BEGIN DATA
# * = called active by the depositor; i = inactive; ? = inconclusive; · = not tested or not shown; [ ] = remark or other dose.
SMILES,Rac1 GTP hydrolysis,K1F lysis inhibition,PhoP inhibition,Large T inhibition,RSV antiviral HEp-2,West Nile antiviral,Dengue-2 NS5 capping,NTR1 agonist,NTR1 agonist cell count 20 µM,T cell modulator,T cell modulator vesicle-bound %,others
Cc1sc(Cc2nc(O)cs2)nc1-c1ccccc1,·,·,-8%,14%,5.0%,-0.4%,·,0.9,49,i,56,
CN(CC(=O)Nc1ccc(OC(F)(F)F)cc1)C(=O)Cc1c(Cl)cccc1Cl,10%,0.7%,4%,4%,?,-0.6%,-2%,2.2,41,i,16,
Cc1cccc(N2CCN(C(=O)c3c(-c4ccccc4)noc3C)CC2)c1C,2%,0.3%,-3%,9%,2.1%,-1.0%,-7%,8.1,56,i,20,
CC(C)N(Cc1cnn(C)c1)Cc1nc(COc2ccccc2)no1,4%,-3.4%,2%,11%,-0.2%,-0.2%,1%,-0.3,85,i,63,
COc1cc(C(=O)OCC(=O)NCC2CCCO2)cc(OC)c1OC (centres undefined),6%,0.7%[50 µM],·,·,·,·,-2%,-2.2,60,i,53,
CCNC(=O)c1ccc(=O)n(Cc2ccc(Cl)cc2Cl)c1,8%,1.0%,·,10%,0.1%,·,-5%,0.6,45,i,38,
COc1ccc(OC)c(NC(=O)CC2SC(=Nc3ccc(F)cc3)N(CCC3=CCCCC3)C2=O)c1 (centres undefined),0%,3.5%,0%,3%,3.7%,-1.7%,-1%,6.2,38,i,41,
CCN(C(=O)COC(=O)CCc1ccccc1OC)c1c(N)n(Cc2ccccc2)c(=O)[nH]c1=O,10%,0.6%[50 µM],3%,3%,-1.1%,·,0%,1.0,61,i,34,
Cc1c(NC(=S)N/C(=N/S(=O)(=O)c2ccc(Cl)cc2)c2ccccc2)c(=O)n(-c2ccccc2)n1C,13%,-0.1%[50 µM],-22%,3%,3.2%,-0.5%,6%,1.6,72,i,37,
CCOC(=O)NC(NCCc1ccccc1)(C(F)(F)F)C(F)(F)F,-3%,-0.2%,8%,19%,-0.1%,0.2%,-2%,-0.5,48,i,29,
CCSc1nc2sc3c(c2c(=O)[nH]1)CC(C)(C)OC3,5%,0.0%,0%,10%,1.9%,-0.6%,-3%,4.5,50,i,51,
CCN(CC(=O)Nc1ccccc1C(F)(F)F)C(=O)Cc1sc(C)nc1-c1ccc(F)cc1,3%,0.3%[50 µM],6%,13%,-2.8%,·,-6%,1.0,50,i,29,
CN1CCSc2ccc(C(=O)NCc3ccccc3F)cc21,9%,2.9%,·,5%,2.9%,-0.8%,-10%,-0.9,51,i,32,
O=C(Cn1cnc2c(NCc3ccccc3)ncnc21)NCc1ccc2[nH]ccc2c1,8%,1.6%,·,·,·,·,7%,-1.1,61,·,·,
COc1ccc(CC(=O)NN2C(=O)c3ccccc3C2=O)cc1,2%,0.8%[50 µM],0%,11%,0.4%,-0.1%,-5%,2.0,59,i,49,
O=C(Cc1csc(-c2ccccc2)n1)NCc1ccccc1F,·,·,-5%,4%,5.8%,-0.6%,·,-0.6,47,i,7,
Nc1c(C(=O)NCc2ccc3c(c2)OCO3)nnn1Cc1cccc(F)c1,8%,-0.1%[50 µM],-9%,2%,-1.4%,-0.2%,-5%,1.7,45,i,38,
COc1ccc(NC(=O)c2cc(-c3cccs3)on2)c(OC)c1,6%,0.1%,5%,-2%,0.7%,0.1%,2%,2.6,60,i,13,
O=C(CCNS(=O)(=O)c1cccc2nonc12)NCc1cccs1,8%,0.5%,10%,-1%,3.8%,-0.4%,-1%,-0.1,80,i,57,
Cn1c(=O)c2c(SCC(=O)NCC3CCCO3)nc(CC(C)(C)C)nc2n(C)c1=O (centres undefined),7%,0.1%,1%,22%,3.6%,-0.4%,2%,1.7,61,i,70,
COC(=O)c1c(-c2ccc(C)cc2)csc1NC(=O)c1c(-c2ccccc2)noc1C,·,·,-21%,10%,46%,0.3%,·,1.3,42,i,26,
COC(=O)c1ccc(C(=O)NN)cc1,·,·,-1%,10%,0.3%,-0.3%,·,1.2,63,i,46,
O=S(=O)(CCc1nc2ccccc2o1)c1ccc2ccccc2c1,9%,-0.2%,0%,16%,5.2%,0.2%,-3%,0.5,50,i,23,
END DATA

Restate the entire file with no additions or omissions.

# * = called active by the depositor; i = inactive; ? = inconclusive; · = not tested or not shown; [ ] = remark or other dose.
SMILES,Rac1 GTP hydrolysis,K1F lysis inhibition,PhoP inhibition,Large T inhibition,RSV antiviral HEp-2,West Nile antiviral,Dengue-2 NS5 capping,NTR1 agonist,NTR1 agonist cell count 20 µM,T cell modulator,T cell modulator vesicle-bound %,others
Cc1sc(Cc2nc(O)cs2)nc1-c1ccccc1,·,·,-8%,14%,5.0%,-0.4%,·,0.9,49,i,56,
CN(CC(=O)Nc1ccc(OC(F)(F)F)cc1)C(=O)Cc1c(Cl)cccc1Cl,10%,0.7%,4%,4%,?,-0.6%,-2%,2.2,41,i,16,
Cc1cccc(N2CCN(C(=O)c3c(-c4ccccc4)noc3C)CC2)c1C,2%,0.3%,-3%,9%,2.1%,-1.0%,-7%,8.1,56,i,20,
CC(C)N(Cc1cnn(C)c1)Cc1nc(COc2ccccc2)no1,4%,-3.4%,2%,11%,-0.2%,-0.2%,1%,-0.3,85,i,63,
COc1cc(C(=O)OCC(=O)NCC2CCCO2)cc(OC)c1OC (centres undefined),6%,0.7%[50 µM],·,·,·,·,-2%,-2.2,60,i,53,
CCNC(=O)c1ccc(=O)n(Cc2ccc(Cl)cc2Cl)c1,8%,1.0%,·,10%,0.1%,·,-5%,0.6,45,i,38,
COc1ccc(OC)c(NC(=O)CC2SC(=Nc3ccc(F)cc3)N(CCC3=CCCCC3)C2=O)c1 (centres undefined),0%,3.5%,0%,3%,3.7%,-1.7%,-1%,6.2,38,i,41,
CCN(C(=O)COC(=O)CCc1ccccc1OC)c1c(N)n(Cc2ccccc2)c(=O)[nH]c1=O,10%,0.6%[50 µM],3%,3%,-1.1%,·,0%,1.0,61,i,34,
Cc1c(NC(=S)N/C(=N/S(=O)(=O)c2ccc(Cl)cc2)c2ccccc2)c(=O)n(-c2ccccc2)n1C,13%,-0.1%[50 µM],-22%,3%,3.2%,-0.5%,6%,1.6,72,i,37,
CCOC(=O)NC(NCCc1ccccc1)(C(F)(F)F)C(F)(F)F,-3%,-0.2%,8%,19%,-0.1%,0.2%,-2%,-0.5,48,i,29,
CCSc1nc2sc3c(c2c(=O)[nH]1)CC(C)(C)OC3,5%,0.0%,0%,10%,1.9%,-0.6%,-3%,4.5,50,i,51,
CCN(CC(=O)Nc1ccccc1C(F)(F)F)C(=O)Cc1sc(C)nc1-c1ccc(F)cc1,3%,0.3%[50 µM],6%,13%,-2.8%,·,-6%,1.0,50,i,29,
CN1CCSc2ccc(C(=O)NCc3ccccc3F)cc21,9%,2.9%,·,5%,2.9%,-0.8%,-10%,-0.9,51,i,32,
O=C(Cn1cnc2c(NCc3ccccc3)ncnc21)NCc1ccc2[nH]ccc2c1,8%,1.6%,·,·,·,·,7%,-1.1,61,·,·,
COc1ccc(CC(=O)NN2C(=O)c3ccccc3C2=O)cc1,2%,0.8%[50 µM],0%,11%,0.4%,-0.1%,-5%,2.0,59,i,49,
O=C(Cc1csc(-c2ccccc2)n1)NCc1ccccc1F,·,·,-5%,4%,5.8%,-0.6%,·,-0.6,47,i,7,
Nc1c(C(=O)NCc2ccc3c(c2)OCO3)nnn1Cc1cccc(F)c1,8%,-0.1%[50 µM],-9%,2%,-1.4%,-0.2%,-5%,1.7,45,i,38,
COc1ccc(NC(=O)c2cc(-c3cccs3)on2)c(OC)c1,6%,0.1%,5%,-2%,0.7%,0.1%,2%,2.6,60,i,13,
O=C(CCNS(=O)(=O)c1cccc2nonc12)NCc1cccs1,8%,0.5%,10%,-1%,3.8%,-0.4%,-1%,-0.1,80,i,57,
Cn1c(=O)c2c(SCC(=O)NCC3CCCO3)nc(CC(C)(C)C)nc2n(C)c1=O (centres undefined),7%,0.1%,1%,22%,3.6%,-0.4%,2%,1.7,61,i,70,
COC(=O)c1c(-c2ccc(C)cc2)csc1NC(=O)c1c(-c2ccccc2)noc1C,·,·,-21%,10%,46%,0.3%,·,1.3,42,i,26,
COC(=O)c1ccc(C(=O)NN)cc1,·,·,-1%,10%,0.3%,-0.3%,·,1.2,63,i,46,
O=S(=O)(CCc1nc2ccccc2o1)c1ccc2ccccc2c1,9%,-0.2%,0%,16%,5.2%,0.2%,-3%,0.5,50,i,23,